When people choose to go somewhere we don’t like, that is no reason to call one a traitor.

    The Cats have freed up Paul Chapman, Josh Hunt, James Podsiadly and Trent West. Are they to be considered trsitors because the went to another
    team!
    With Stewart Crameri going to the Diggies does that make him a traitor?

    What about soccer (football) players. They change teams nearly as often as they change their jocks.

    The Aussie cricketers will be good again when they learn to play as a team and play the way that made them worth selection.

    And if Rod Marsh has been so good for England, why was he not helping the Aussies! Perhaps you are placing too much emphasis onto Rod’s effect. Perhaps the Poms found “it” themselves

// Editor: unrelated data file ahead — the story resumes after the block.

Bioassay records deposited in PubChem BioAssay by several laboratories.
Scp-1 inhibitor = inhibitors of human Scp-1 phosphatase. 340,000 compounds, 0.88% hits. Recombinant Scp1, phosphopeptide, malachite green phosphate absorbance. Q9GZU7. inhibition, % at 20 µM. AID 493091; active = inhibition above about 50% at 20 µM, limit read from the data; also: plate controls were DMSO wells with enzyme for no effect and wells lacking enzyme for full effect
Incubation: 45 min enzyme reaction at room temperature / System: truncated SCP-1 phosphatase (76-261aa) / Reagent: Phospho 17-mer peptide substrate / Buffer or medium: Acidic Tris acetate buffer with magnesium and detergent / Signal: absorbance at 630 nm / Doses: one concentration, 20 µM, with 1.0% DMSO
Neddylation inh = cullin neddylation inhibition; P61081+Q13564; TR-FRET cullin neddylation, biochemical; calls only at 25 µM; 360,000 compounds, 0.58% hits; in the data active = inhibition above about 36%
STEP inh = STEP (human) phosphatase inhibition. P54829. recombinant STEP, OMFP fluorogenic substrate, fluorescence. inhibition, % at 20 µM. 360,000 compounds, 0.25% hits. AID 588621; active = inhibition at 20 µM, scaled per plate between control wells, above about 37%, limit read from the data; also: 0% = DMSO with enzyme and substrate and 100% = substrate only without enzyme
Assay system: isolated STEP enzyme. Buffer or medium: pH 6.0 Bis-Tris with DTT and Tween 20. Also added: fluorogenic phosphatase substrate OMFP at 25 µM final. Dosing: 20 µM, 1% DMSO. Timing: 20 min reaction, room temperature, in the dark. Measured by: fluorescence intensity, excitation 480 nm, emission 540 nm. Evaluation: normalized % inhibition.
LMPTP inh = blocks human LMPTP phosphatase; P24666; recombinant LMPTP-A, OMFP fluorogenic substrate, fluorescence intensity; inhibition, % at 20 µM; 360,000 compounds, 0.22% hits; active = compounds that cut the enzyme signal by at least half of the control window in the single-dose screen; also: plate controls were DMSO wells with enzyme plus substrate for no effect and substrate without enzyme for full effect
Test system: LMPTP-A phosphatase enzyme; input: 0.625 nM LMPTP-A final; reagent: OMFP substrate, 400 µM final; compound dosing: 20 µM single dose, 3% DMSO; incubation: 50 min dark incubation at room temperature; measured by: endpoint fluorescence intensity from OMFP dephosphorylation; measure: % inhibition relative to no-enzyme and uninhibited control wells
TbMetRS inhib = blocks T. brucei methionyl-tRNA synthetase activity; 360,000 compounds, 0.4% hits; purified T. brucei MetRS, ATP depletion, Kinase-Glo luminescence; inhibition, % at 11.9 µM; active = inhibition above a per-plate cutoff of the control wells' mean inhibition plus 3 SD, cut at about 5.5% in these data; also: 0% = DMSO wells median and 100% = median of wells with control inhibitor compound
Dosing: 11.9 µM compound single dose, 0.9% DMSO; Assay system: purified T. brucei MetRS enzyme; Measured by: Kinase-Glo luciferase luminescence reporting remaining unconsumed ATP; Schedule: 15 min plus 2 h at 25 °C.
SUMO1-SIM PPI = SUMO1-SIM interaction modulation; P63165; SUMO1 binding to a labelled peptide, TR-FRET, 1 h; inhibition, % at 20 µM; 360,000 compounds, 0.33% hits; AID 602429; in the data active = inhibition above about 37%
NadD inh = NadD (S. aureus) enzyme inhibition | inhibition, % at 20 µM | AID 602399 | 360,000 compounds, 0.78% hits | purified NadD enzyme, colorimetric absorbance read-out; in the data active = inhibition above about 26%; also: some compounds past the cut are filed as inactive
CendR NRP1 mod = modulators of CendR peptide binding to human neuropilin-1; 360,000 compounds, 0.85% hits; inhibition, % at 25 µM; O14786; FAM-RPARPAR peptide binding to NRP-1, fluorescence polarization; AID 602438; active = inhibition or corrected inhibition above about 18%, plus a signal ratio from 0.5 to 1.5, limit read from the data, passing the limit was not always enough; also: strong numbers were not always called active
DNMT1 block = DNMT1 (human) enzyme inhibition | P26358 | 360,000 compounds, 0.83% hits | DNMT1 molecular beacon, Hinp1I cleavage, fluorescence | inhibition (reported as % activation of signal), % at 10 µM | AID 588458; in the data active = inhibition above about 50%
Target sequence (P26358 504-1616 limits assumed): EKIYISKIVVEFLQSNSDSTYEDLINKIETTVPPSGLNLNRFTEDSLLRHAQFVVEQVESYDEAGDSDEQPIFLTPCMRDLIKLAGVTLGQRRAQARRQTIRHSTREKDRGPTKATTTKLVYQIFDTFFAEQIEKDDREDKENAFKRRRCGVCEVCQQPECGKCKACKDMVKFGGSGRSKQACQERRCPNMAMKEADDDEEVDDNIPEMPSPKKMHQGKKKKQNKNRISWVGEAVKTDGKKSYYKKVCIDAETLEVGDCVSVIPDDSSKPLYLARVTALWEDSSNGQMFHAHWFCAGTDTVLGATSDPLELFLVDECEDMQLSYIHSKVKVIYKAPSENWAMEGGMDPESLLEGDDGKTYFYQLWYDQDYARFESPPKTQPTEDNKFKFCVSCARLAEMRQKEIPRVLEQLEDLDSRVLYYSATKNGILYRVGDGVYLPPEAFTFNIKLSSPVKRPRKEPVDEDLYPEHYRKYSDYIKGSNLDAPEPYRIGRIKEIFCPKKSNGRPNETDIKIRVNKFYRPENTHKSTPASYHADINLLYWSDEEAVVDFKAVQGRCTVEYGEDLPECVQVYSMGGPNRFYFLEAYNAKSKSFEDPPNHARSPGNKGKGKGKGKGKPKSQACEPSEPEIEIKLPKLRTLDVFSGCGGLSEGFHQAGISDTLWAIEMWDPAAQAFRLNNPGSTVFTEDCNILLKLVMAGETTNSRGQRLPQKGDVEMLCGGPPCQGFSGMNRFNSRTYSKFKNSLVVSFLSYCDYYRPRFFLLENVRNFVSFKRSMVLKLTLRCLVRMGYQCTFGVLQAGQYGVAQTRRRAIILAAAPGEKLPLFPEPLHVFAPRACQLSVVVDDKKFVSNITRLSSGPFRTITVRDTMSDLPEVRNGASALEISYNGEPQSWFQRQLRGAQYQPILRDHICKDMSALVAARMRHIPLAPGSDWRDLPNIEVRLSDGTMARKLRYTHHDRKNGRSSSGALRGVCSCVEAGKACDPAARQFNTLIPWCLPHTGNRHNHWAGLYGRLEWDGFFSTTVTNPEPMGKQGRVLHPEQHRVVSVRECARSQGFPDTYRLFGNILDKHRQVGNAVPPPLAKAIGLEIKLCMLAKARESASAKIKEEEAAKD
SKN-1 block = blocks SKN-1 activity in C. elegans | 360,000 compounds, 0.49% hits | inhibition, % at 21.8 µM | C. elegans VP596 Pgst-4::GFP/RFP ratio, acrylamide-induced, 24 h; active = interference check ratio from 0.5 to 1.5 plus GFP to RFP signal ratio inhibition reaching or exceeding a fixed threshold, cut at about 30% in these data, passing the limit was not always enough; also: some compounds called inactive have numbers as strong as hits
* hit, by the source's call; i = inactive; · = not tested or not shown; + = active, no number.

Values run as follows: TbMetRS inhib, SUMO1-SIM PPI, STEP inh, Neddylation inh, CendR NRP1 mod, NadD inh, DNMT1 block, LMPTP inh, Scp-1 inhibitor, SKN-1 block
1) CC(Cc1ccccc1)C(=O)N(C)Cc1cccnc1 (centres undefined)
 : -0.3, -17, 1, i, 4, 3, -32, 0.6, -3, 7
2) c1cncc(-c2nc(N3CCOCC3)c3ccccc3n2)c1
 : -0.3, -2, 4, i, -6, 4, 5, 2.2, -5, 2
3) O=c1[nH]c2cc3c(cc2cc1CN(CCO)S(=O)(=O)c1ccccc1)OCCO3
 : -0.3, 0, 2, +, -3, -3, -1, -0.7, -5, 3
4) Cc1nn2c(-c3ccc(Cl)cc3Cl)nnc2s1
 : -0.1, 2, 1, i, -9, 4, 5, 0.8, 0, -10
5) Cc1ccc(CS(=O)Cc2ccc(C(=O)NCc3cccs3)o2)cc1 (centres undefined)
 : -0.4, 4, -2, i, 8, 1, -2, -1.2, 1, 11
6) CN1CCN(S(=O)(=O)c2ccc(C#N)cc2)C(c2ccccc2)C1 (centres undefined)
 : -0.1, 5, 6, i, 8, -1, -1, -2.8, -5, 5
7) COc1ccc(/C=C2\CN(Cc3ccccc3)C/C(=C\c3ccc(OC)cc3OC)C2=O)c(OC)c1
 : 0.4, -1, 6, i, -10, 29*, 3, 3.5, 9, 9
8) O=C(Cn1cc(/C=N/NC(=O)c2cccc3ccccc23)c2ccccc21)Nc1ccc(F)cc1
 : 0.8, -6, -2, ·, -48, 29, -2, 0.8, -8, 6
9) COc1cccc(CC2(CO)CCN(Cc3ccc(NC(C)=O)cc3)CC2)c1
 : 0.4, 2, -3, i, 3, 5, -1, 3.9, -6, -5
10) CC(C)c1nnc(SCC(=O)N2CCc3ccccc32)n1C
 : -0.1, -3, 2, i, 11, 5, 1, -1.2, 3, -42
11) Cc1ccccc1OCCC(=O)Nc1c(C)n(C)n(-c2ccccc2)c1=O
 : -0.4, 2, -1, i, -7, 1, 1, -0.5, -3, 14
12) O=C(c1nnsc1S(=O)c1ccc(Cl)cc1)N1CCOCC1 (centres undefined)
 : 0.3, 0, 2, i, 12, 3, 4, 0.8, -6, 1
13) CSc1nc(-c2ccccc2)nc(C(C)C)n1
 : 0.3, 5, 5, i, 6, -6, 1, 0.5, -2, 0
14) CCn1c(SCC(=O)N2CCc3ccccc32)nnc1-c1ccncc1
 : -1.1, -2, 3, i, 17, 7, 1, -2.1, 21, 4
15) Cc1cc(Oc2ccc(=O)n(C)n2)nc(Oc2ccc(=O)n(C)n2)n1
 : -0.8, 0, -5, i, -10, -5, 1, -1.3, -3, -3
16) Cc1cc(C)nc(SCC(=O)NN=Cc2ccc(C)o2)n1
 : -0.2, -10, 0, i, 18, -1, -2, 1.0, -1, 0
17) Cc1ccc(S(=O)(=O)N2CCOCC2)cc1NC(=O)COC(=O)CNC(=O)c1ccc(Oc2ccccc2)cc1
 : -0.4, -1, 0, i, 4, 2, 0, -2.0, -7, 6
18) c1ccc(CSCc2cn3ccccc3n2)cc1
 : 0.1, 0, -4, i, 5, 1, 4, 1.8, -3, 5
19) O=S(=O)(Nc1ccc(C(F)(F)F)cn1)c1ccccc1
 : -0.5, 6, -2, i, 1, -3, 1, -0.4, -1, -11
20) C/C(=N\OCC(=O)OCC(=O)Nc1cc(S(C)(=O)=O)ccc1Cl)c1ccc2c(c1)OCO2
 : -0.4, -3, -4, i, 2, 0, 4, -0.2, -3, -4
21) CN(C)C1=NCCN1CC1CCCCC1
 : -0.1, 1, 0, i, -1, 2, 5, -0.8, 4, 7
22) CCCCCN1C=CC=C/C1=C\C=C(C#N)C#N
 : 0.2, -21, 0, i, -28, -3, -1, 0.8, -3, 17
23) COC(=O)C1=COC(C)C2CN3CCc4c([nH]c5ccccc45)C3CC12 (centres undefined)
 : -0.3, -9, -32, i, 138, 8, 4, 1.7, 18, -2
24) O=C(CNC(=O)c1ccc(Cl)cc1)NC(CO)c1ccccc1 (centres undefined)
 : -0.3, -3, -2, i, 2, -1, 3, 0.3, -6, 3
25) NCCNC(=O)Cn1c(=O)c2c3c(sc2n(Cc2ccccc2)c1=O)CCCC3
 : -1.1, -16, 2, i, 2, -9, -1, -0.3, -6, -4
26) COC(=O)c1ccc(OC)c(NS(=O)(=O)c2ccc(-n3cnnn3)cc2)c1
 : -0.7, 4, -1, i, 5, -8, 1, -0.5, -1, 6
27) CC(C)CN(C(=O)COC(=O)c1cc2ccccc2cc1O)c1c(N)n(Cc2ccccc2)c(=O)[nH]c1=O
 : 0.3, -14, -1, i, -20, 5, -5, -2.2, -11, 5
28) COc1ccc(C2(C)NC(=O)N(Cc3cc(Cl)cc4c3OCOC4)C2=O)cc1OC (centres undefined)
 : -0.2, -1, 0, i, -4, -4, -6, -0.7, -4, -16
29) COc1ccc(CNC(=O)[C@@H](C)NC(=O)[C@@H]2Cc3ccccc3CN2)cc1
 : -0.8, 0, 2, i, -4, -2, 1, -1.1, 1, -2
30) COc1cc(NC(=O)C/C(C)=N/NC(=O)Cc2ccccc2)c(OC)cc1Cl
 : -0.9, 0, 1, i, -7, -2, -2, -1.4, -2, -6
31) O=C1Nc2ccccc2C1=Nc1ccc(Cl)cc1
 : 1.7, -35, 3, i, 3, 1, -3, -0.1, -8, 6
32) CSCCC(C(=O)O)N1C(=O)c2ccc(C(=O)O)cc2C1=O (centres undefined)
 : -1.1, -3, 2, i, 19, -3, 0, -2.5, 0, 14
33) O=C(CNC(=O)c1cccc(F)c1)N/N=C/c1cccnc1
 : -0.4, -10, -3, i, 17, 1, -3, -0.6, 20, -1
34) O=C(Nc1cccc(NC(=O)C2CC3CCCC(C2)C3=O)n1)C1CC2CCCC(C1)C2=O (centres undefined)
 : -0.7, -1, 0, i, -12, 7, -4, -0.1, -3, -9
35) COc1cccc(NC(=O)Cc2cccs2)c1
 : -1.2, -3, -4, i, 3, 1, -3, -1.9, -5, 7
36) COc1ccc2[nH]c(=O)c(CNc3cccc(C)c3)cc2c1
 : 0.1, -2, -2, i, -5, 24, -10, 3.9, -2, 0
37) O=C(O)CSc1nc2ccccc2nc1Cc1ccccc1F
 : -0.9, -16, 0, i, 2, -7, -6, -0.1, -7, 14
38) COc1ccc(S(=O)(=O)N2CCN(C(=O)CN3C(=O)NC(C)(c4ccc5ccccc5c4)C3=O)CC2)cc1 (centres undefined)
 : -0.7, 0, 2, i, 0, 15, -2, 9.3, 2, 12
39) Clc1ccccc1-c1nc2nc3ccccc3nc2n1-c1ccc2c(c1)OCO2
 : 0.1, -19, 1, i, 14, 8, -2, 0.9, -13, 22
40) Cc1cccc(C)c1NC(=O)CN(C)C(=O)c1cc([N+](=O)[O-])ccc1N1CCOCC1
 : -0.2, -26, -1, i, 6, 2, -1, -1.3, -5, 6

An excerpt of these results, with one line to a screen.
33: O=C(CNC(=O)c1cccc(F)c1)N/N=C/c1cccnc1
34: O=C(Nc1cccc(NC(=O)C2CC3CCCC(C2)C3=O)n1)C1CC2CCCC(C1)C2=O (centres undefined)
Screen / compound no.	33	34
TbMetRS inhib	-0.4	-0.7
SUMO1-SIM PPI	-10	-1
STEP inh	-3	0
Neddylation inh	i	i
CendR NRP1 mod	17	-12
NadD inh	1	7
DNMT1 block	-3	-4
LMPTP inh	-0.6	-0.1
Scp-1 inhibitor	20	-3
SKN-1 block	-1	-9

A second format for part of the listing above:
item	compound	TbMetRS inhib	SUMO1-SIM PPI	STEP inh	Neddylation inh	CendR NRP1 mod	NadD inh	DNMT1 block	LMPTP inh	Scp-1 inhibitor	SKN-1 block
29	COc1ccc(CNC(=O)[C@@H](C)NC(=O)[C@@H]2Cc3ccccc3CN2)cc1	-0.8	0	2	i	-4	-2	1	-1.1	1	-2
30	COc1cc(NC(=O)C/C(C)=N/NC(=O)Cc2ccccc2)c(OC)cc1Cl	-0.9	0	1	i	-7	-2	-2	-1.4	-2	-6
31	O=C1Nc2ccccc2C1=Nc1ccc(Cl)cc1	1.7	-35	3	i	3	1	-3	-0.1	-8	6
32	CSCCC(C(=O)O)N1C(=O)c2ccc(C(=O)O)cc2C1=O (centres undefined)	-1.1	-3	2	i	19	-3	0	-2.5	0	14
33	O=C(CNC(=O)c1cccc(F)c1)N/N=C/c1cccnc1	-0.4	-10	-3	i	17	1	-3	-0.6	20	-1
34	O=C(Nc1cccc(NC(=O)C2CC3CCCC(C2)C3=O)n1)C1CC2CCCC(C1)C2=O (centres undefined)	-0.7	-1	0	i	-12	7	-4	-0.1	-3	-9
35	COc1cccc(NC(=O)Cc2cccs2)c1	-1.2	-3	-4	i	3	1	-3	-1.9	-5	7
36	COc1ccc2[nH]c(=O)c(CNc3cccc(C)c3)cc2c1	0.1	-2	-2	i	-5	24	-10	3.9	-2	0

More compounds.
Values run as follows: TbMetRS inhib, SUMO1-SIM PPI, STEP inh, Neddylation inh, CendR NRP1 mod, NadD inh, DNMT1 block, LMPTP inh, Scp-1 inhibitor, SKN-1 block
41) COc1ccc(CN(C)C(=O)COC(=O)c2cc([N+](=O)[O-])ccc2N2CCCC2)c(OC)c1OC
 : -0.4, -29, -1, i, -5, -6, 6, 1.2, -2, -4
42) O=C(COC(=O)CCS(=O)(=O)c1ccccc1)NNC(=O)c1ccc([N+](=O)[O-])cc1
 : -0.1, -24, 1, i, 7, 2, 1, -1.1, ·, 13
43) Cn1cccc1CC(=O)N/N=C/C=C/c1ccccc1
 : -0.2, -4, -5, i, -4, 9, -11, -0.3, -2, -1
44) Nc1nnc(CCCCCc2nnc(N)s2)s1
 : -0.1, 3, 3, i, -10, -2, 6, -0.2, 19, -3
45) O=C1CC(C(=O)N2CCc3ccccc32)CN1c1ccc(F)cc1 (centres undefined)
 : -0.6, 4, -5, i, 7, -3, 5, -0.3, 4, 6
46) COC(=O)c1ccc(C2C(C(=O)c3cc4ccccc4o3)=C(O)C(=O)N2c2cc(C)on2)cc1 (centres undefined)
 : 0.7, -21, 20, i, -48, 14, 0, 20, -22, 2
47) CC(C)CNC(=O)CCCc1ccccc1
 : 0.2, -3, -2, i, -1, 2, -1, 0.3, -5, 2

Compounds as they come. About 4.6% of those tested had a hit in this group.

2. Iron Mike sums up Iron Gloves.

  3. Sean Gorman says

    Oh Dear.

  4. Tone is one of the hardest things to judge as a reader. Irony or earnestness?
    When I read Matt’s piece this morning I just thought “his tongues firmly in his cheek/he’s taking the piss I reckon”.
    I based my instinct on 2 things:
    – Overuse of the hyperbole around traitor and treason. He used it so much I thought I detected a wink.
    – His previous track record as a writer. Matt likes a dig, but there is generally a solid core of reason and analysis, not xenophobic rants.
    The trouble with irony and sarcasm is that it is hard to judge. Gough Whitlam loved to do self-deprecating overreach. The aficionados adored his cleverness. His staff hated it because most people who only saw the 30 second TV news grab thought he was up himself. Most people are understandably disconnected from politics, so the common man has no previous form to gauge the run by.
    I re-read Matt’s piece a couple of times after CC’s comments, and then those of other readers.